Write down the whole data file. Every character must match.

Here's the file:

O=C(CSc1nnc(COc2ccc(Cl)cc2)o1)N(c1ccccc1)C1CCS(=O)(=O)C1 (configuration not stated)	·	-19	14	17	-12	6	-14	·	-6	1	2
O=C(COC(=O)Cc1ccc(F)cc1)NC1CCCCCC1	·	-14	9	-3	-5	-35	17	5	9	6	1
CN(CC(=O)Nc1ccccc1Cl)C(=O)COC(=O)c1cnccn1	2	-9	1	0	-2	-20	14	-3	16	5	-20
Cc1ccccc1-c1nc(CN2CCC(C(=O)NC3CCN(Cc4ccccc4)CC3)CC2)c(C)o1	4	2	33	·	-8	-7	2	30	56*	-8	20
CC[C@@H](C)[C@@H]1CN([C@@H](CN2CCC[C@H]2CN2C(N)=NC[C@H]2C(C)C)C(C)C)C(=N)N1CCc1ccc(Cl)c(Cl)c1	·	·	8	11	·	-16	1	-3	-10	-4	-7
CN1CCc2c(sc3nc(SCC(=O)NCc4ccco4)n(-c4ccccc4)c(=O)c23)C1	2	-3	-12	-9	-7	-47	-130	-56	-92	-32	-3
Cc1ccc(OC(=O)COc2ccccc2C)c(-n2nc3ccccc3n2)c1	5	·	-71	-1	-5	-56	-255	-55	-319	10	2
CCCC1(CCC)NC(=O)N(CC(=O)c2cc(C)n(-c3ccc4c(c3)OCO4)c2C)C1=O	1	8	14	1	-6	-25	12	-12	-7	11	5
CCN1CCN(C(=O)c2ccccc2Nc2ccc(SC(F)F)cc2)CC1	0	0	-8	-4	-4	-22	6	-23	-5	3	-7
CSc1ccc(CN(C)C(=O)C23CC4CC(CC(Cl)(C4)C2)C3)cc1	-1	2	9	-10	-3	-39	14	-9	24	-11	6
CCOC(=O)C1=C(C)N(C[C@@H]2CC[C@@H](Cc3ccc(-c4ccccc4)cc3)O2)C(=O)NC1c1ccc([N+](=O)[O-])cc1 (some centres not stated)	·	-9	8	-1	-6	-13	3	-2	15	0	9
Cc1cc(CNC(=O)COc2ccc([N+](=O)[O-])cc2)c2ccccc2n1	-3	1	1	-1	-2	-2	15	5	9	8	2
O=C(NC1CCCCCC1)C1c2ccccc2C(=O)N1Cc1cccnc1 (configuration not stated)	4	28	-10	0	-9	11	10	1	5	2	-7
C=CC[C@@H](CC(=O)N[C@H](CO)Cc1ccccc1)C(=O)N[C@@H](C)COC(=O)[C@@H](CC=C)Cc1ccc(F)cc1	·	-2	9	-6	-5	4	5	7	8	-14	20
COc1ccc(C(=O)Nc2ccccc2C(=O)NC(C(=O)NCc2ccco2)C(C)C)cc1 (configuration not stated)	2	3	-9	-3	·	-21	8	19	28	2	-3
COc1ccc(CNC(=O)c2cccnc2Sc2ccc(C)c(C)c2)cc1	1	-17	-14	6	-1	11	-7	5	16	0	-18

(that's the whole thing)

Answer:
O=C(CSc1nnc(COc2ccc(Cl)cc2)o1)N(c1ccccc1)C1CCS(=O)(=O)C1 (configuration not stated)	·	-19	14	17	-12	6	-14	·	-6	1	2
O=C(COC(=O)Cc1ccc(F)cc1)NC1CCCCCC1	·	-14	9	-3	-5	-35	17	5	9	6	1
CN(CC(=O)Nc1ccccc1Cl)C(=O)COC(=O)c1cnccn1	2	-9	1	0	-2	-20	14	-3	16	5	-20
Cc1ccccc1-c1nc(CN2CCC(C(=O)NC3CCN(Cc4ccccc4)CC3)CC2)c(C)o1	4	2	33	·	-8	-7	2	30	56*	-8	20
CC[C@@H](C)[C@@H]1CN([C@@H](CN2CCC[C@H]2CN2C(N)=NC[C@H]2C(C)C)C(C)C)C(=N)N1CCc1ccc(Cl)c(Cl)c1	·	·	8	11	·	-16	1	-3	-10	-4	-7
CN1CCc2c(sc3nc(SCC(=O)NCc4ccco4)n(-c4ccccc4)c(=O)c23)C1	2	-3	-12	-9	-7	-47	-130	-56	-92	-32	-3
Cc1ccc(OC(=O)COc2ccccc2C)c(-n2nc3ccccc3n2)c1	5	·	-71	-1	-5	-56	-255	-55	-319	10	2
CCCC1(CCC)NC(=O)N(CC(=O)c2cc(C)n(-c3ccc4c(c3)OCO4)c2C)C1=O	1	8	14	1	-6	-25	12	-12	-7	11	5
CCN1CCN(C(=O)c2ccccc2Nc2ccc(SC(F)F)cc2)CC1	0	0	-8	-4	-4	-22	6	-23	-5	3	-7
CSc1ccc(CN(C)C(=O)C23CC4CC(CC(Cl)(C4)C2)C3)cc1	-1	2	9	-10	-3	-39	14	-9	24	-11	6
CCOC(=O)C1=C(C)N(C[C@@H]2CC[C@@H](Cc3ccc(-c4ccccc4)cc3)O2)C(=O)NC1c1ccc([N+](=O)[O-])cc1 (some centres not stated)	·	-9	8	-1	-6	-13	3	-2	15	0	9
Cc1cc(CNC(=O)COc2ccc([N+](=O)[O-])cc2)c2ccccc2n1	-3	1	1	-1	-2	-2	15	5	9	8	2
O=C(NC1CCCCCC1)C1c2ccccc2C(=O)N1Cc1cccnc1 (configuration not stated)	4	28	-10	0	-9	11	10	1	5	2	-7
C=CC[C@@H](CC(=O)N[C@H](CO)Cc1ccccc1)C(=O)N[C@@H](C)COC(=O)[C@@H](CC=C)Cc1ccc(F)cc1	·	-2	9	-6	-5	4	5	7	8	-14	20
COc1ccc(C(=O)Nc2ccccc2C(=O)NC(C(=O)NCc2ccco2)C(C)C)cc1 (configuration not stated)	2	3	-9	-3	·	-21	8	19	28	2	-3
COc1ccc(CNC(=O)c2cccnc2Sc2ccc(C)c(C)c2)cc1	1	-17	-14	6	-1	11	-7	5	16	0	-18